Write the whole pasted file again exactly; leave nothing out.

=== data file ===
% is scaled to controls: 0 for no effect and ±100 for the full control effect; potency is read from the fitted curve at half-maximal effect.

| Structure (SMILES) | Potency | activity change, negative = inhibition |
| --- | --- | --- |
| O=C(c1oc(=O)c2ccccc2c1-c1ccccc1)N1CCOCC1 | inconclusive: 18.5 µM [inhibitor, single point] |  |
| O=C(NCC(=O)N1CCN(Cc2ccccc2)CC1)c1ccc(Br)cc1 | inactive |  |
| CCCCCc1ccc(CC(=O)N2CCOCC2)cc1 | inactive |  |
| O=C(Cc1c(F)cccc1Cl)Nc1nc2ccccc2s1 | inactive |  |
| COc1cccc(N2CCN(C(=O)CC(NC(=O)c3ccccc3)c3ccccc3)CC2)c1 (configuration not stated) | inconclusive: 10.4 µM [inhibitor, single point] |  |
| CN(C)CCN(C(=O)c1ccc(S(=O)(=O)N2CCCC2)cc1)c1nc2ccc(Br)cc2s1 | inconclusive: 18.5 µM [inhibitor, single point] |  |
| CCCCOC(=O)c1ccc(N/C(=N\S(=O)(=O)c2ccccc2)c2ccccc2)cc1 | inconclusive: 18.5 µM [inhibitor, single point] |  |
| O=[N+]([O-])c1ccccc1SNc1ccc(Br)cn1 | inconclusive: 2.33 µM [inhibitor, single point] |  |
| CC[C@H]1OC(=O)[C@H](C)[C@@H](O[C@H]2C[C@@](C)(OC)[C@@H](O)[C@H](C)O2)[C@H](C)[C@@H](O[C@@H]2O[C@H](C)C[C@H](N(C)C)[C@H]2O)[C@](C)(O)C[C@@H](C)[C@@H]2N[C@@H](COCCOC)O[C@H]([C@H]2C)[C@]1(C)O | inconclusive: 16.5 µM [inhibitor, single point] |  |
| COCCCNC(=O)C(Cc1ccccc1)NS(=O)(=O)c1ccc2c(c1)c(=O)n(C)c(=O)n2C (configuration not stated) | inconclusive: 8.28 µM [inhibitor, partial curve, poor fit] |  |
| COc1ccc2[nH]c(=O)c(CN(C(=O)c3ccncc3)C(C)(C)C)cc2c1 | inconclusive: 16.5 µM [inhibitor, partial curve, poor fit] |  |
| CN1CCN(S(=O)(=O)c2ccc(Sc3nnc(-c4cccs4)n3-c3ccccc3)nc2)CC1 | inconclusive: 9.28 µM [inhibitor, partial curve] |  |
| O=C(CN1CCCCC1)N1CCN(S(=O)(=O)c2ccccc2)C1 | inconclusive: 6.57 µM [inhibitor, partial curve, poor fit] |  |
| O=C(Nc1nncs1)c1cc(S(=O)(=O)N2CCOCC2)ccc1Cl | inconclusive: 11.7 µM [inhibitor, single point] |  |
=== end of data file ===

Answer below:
% is scaled to controls: 0 for no effect and ±100 for the full control effect; potency is read from the fitted curve at half-maximal effect.

| Structure (SMILES) | Potency | activity change, negative = inhibition |
| --- | --- | --- |
| O=C(c1oc(=O)c2ccccc2c1-c1ccccc1)N1CCOCC1 | inconclusive: 18.5 µM [inhibitor, single point] |  |
| O=C(NCC(=O)N1CCN(Cc2ccccc2)CC1)c1ccc(Br)cc1 | inactive |  |
| CCCCCc1ccc(CC(=O)N2CCOCC2)cc1 | inactive |  |
| O=C(Cc1c(F)cccc1Cl)Nc1nc2ccccc2s1 | inactive |  |
| COc1cccc(N2CCN(C(=O)CC(NC(=O)c3ccccc3)c3ccccc3)CC2)c1 (configuration not stated) | inconclusive: 10.4 µM [inhibitor, single point] |  |
| CN(C)CCN(C(=O)c1ccc(S(=O)(=O)N2CCCC2)cc1)c1nc2ccc(Br)cc2s1 | inconclusive: 18.5 µM [inhibitor, single point] |  |
| CCCCOC(=O)c1ccc(N/C(=N\S(=O)(=O)c2ccccc2)c2ccccc2)cc1 | inconclusive: 18.5 µM [inhibitor, single point] |  |
| O=[N+]([O-])c1ccccc1SNc1ccc(Br)cn1 | inconclusive: 2.33 µM [inhibitor, single point] |  |
| CC[C@H]1OC(=O)[C@H](C)[C@@H](O[C@H]2C[C@@](C)(OC)[C@@H](O)[C@H](C)O2)[C@H](C)[C@@H](O[C@@H]2O[C@H](C)C[C@H](N(C)C)[C@H]2O)[C@](C)(O)C[C@@H](C)[C@@H]2N[C@@H](COCCOC)O[C@H]([C@H]2C)[C@]1(C)O | inconclusive: 16.5 µM [inhibitor, single point] |  |
| COCCCNC(=O)C(Cc1ccccc1)NS(=O)(=O)c1ccc2c(c1)c(=O)n(C)c(=O)n2C (configuration not stated) | inconclusive: 8.28 µM [inhibitor, partial curve, poor fit] |  |
| COc1ccc2[nH]c(=O)c(CN(C(=O)c3ccncc3)C(C)(C)C)cc2c1 | inconclusive: 16.5 µM [inhibitor, partial curve, poor fit] |  |
| CN1CCN(S(=O)(=O)c2ccc(Sc3nnc(-c4cccs4)n3-c3ccccc3)nc2)CC1 | inconclusive: 9.28 µM [inhibitor, partial curve] |  |
| O=C(CN1CCCCC1)N1CCN(S(=O)(=O)c2ccccc2)C1 | inconclusive: 6.57 µM [inhibitor, partial curve, poor fit] |  |
| O=C(Nc1nncs1)c1cc(S(=O)(=O)N2CCOCC2)ccc1Cl | inconclusive: 11.7 µM [inhibitor, single point] |  |